The Gordon Experience Part III: Potentially Kinetic / by Lily Greenberg

By spring semester of my sophomore year, I was fully cognizant of the turbulence at Gordon College. I began to recognize poor leadership and distrust of the administration, as well as a pervasive fear in the air, creeping up from the ground like a layer of fog. Though many of my fellow students protested in earnest, particularly with regards to discrimination against LGBT+ people, I stood stock still, knee-deep in the confused tangle of issues at Gordon.

But sometimes, action has nonlinear roots.


Every summer since elementary school, my brother Henry and I would hop on a plane from Nashville to San Antonio, and head for our favorite place in the world—Laity Lodge Youth Camp. LLYC is a Christian foundation camp in the Texas Hill Country, tucked away in a canyon, right on the Frio River. We discovered LLYC because my musician parents were hired to play gigs at some of the adult retreats—they signed my brother and I up for the youth camp, and the rest is history. I spent eleven summers in that canyon.

I know that a lot of kids grow up going to camp. I know about “camp highs.” I know they can seem formulaic and cultish. But Laity Lodge was different. Yes, it was beautiful, with those warm canyon walls against the green river. And there was plenty to do, amidst waterfronts and ziplines and ceaseless activities. But those could be found at any camp. What made Laity Lodge so special were the people—good southern folks who looked me in the eyes to say I’m glad you’re here. These were people who had time to sit with me, to ask me questions, to validate me in some small way. That pressure that I typically felt to excel—in school and beauty and sports and social life—all evaporated when I went to camp. Instead, I felt a tremendous sense of belonging. Summer after summer, I returned to increasingly familiar faces.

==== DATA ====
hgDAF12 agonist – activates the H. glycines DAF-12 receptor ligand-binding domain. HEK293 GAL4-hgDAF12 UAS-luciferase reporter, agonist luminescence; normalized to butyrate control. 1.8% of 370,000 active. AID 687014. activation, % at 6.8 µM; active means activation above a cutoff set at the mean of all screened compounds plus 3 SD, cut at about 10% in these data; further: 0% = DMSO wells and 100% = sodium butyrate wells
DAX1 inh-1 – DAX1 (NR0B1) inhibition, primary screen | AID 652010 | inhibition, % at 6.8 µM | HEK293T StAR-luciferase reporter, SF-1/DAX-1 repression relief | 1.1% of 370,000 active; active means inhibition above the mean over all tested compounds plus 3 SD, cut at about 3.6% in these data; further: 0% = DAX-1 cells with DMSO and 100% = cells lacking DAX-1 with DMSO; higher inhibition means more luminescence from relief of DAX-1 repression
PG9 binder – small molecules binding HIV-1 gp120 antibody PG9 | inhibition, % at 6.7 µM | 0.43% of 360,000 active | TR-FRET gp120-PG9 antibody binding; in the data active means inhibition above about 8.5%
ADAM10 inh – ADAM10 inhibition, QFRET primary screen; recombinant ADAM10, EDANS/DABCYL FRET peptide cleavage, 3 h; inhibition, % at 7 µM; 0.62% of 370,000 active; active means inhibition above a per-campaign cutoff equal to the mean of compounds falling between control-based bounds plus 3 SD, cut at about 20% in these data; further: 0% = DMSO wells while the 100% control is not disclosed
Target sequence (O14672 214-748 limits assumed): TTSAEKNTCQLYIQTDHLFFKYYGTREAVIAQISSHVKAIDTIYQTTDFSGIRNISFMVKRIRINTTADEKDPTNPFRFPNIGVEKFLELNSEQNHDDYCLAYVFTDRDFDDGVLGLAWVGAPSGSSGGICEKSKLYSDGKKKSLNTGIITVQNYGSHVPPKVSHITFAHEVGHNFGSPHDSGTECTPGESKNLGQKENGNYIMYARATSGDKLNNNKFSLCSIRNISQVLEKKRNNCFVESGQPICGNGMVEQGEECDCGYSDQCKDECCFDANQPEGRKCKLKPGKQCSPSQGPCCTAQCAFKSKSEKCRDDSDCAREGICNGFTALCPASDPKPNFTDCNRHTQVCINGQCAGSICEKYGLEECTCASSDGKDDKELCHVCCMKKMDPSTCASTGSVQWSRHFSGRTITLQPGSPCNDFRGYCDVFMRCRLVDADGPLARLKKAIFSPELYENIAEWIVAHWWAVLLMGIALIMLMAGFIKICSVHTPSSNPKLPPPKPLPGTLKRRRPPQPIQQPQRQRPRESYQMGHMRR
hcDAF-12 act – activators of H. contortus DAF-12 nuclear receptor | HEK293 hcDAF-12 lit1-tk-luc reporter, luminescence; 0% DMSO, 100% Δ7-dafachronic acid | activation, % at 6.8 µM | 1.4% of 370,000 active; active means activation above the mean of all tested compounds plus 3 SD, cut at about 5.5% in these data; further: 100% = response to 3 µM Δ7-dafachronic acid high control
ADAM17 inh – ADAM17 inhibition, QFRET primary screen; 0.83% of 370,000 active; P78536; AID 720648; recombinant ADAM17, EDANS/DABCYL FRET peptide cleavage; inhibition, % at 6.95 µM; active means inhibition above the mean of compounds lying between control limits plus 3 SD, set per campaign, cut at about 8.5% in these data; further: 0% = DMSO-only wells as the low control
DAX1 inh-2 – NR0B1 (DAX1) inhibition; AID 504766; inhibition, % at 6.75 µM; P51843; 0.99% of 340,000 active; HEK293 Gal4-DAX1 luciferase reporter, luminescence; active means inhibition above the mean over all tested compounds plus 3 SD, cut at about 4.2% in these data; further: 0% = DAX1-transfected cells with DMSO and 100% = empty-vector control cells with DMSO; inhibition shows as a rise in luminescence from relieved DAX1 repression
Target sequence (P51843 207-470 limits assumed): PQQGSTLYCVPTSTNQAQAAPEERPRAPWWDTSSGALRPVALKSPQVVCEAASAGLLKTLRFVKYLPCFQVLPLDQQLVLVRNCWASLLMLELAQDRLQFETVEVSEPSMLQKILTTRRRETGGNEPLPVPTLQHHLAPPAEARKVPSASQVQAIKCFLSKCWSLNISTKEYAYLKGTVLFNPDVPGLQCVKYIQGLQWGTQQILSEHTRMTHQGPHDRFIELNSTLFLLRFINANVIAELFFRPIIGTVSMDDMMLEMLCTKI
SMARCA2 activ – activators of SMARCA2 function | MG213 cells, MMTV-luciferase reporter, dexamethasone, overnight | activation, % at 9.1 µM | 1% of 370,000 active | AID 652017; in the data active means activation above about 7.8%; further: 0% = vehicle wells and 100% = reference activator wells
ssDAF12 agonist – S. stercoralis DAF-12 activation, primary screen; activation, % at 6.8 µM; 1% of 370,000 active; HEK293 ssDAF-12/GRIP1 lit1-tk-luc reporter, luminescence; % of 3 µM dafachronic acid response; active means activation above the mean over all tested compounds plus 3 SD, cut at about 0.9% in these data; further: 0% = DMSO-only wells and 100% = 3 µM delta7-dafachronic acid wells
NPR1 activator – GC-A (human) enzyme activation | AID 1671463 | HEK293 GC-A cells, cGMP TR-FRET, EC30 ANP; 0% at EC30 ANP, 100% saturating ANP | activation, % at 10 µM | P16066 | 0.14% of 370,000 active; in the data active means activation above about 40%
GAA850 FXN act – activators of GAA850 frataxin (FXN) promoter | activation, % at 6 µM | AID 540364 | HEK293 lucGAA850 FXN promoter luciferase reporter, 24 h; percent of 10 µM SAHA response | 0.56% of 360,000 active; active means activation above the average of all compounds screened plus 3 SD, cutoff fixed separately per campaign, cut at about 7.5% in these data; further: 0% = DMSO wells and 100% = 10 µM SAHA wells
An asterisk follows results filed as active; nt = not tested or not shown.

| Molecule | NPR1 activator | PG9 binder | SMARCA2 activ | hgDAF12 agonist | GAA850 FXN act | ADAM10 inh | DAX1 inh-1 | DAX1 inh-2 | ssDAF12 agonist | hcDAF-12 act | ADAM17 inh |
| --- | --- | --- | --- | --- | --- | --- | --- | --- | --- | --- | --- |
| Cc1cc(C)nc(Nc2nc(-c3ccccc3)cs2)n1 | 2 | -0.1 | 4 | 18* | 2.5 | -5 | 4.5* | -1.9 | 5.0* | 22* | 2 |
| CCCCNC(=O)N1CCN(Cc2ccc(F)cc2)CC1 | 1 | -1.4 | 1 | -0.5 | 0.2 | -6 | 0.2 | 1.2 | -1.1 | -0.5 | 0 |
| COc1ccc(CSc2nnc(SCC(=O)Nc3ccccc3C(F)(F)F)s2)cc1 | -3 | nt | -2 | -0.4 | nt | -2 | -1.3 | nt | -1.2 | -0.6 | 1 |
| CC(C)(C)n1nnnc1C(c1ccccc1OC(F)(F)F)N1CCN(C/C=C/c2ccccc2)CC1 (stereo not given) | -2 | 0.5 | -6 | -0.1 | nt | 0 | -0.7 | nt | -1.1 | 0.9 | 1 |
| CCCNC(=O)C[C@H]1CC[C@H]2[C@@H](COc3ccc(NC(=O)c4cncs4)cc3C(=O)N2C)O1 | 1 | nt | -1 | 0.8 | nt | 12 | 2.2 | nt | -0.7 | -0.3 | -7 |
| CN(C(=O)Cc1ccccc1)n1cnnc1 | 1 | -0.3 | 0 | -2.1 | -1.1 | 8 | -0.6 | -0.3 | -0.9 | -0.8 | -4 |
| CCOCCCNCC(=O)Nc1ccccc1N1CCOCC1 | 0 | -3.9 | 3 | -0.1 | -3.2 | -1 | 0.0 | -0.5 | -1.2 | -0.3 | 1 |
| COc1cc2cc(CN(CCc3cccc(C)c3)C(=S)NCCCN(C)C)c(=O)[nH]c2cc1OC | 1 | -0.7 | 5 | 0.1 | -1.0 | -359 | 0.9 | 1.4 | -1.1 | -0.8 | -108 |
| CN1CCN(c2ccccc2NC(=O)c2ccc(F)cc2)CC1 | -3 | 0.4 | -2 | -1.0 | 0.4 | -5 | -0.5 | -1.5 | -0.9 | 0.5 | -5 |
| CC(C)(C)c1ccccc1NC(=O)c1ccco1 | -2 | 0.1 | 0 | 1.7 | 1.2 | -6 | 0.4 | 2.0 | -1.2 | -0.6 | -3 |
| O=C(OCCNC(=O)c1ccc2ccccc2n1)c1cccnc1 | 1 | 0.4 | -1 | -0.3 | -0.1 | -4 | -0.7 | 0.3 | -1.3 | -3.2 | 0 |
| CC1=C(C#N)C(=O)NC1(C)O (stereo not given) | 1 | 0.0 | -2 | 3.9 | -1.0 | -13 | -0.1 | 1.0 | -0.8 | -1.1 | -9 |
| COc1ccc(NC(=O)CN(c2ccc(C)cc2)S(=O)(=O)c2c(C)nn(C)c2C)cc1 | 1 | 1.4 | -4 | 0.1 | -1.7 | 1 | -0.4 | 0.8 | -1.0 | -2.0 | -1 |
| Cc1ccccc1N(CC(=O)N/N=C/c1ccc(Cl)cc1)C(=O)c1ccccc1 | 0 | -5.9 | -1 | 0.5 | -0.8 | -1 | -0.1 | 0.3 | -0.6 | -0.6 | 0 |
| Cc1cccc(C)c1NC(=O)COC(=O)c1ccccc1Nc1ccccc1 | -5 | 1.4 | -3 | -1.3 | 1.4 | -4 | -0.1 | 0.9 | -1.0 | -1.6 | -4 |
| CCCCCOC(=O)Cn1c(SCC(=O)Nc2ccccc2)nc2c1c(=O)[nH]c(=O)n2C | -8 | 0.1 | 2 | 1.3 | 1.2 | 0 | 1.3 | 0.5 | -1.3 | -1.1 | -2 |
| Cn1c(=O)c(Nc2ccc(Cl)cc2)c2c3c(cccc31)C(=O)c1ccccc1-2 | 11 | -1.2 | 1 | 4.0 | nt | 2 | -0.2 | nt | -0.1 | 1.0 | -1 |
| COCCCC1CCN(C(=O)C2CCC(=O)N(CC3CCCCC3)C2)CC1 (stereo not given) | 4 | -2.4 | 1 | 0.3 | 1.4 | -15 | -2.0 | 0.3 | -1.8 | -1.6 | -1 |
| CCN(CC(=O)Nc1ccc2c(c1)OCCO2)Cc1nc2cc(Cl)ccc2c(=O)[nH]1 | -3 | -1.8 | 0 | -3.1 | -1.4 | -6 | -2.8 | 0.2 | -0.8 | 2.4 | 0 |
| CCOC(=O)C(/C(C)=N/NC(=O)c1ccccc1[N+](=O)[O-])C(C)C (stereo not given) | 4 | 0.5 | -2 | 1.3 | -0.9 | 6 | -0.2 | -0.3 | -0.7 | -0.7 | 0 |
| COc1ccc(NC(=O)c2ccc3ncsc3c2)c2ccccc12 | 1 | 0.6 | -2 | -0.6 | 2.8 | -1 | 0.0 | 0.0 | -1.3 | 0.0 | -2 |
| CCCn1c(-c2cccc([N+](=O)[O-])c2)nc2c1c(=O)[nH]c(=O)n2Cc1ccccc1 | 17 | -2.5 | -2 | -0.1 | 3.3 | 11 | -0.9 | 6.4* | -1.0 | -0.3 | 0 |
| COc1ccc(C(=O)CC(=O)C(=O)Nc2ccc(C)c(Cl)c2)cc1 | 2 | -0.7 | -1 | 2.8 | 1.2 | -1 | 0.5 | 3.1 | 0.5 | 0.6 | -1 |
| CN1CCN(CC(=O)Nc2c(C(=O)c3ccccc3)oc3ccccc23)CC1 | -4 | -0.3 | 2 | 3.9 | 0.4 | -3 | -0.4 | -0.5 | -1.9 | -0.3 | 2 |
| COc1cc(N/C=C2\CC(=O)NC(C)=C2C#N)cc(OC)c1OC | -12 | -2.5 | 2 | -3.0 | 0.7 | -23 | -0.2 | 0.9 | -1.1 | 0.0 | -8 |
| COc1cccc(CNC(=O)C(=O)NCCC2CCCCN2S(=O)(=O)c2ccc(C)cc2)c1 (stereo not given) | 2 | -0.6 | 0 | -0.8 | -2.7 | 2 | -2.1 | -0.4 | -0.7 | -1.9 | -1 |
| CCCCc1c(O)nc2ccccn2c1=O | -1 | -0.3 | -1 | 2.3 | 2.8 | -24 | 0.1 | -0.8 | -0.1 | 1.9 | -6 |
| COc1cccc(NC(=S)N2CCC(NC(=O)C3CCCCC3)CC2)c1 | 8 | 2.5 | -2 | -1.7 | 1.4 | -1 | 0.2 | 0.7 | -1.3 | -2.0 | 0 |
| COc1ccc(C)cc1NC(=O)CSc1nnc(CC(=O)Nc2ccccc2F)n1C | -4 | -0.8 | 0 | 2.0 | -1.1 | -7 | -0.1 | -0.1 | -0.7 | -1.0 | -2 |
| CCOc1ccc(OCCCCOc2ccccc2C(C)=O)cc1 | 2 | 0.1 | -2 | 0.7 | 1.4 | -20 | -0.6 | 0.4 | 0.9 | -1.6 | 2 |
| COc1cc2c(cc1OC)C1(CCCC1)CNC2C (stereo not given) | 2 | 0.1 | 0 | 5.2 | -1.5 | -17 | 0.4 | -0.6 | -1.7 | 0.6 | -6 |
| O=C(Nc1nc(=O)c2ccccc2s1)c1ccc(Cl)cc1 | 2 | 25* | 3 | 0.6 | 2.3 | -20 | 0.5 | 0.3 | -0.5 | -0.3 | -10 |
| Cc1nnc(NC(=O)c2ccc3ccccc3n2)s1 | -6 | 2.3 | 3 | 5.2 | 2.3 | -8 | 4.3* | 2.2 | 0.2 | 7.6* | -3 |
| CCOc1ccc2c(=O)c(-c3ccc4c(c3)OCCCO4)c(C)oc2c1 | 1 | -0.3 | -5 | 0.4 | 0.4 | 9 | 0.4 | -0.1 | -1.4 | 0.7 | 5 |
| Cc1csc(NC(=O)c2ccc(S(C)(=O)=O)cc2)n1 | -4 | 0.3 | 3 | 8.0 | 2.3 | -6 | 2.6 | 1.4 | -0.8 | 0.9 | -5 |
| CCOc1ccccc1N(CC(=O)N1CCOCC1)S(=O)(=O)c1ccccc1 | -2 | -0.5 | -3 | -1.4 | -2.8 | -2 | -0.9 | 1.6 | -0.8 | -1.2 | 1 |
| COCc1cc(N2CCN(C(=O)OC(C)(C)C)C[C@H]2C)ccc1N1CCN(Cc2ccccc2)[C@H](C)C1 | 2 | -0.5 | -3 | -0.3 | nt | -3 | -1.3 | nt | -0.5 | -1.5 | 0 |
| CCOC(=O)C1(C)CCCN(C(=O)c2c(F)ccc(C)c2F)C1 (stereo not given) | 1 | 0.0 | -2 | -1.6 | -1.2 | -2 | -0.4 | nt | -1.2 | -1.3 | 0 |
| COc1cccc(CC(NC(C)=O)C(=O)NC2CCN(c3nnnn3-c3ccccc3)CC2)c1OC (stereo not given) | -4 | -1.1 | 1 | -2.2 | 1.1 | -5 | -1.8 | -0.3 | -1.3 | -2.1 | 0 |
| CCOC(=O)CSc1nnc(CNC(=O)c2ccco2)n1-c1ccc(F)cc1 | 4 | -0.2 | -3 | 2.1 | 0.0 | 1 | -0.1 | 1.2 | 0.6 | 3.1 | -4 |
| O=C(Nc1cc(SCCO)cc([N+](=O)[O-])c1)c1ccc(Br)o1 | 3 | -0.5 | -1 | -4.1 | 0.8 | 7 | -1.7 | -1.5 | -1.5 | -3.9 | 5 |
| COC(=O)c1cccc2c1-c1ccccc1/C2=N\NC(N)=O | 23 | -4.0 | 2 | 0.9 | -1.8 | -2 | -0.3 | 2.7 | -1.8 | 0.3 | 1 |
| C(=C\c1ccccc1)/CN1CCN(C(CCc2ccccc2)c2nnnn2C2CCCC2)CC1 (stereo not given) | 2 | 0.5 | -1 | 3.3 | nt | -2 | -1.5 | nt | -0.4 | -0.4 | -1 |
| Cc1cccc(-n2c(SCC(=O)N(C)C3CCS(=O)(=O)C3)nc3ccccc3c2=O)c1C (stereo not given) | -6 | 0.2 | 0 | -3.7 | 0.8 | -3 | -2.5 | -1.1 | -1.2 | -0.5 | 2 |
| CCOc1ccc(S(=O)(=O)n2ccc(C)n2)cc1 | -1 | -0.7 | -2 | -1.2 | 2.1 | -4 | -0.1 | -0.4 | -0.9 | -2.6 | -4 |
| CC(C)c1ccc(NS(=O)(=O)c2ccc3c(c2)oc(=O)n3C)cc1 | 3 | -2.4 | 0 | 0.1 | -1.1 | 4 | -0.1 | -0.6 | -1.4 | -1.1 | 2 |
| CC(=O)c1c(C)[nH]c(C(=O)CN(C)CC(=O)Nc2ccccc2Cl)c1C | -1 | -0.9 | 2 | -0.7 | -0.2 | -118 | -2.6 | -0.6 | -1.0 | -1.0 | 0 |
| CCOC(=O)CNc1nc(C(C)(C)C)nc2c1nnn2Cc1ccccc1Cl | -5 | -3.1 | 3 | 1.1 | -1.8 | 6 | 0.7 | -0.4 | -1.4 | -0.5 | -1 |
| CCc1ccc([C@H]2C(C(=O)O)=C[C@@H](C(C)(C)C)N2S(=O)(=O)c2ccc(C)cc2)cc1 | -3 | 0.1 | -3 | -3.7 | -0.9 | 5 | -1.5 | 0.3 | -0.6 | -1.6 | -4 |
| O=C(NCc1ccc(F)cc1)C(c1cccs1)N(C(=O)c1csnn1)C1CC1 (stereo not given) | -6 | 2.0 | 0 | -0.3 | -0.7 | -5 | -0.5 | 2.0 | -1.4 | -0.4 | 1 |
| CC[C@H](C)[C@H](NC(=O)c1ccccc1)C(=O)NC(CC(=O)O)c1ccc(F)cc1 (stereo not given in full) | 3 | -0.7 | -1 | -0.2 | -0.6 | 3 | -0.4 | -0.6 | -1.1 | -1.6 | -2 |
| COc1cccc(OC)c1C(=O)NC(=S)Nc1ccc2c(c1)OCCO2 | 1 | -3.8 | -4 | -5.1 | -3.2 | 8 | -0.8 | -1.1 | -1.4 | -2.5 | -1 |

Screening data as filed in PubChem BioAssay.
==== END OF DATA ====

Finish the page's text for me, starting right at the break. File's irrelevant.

At Laity Lodge, I discovered spiritual openness. I learned to let people into my messy web of fear, desire, and shame. I never knew how spacious my insides were. Everyone there seemed to have a brightness about them, and soon, I did too. We would bask in one another’s shine. My oddities were celebrated, uncertainties welcomed. Everyone, and everything, belonged.

One after the other, Henry and I shifted from camper to counselor. My two greatest and longest camp friends, Virginia and Kate, continued right along with me. As we all grew and changed, camp was our oasis, our place to always return and relearn how to breathe.

Most of Laity Lodge’s population was from Texas, so out-of-staters, like us Tennesseans, were a bit anomalous. But really, Henry and I liked it that way. Camp was our safe haven, far from Franklin, Tennessee and all of our hometown friends. We could be whoever we chose at camp.

Yet, we did convince one high school friend, Chanse, to start working at camp. We knew he would be perfect—both wildly entertaining and socially intuitive, Chanse had a knack for making even the most peculiar kids feel included and validated. Wasn’t that what Laity Lodge was all about? So Chanse was hired, and he started working as a counselor. My brother and I were right. Chanse loved camp, and camp loved Chanse right back.

Once we were all off to college—Henry at Baylor, Chanse at Northwestern, and myself up at Gordon—Laity Lodge became our reunion ground.

The summer after my first year at Gordon, I started to notice things that I hadn’t before in the canyon. Why are all the support staff jobs based on gender? Why aren’t we allowed to talk about sexuality with campers? Why is everyone white? Laity Lodge is not affiliated with any denomination—it has more of a Just Plain Christian identity. Yet, despite this neutrality, I discovered quickly that my probing questions were not welcome. I received puzzling stares, complete with a why would you ask that raised-eyebrow.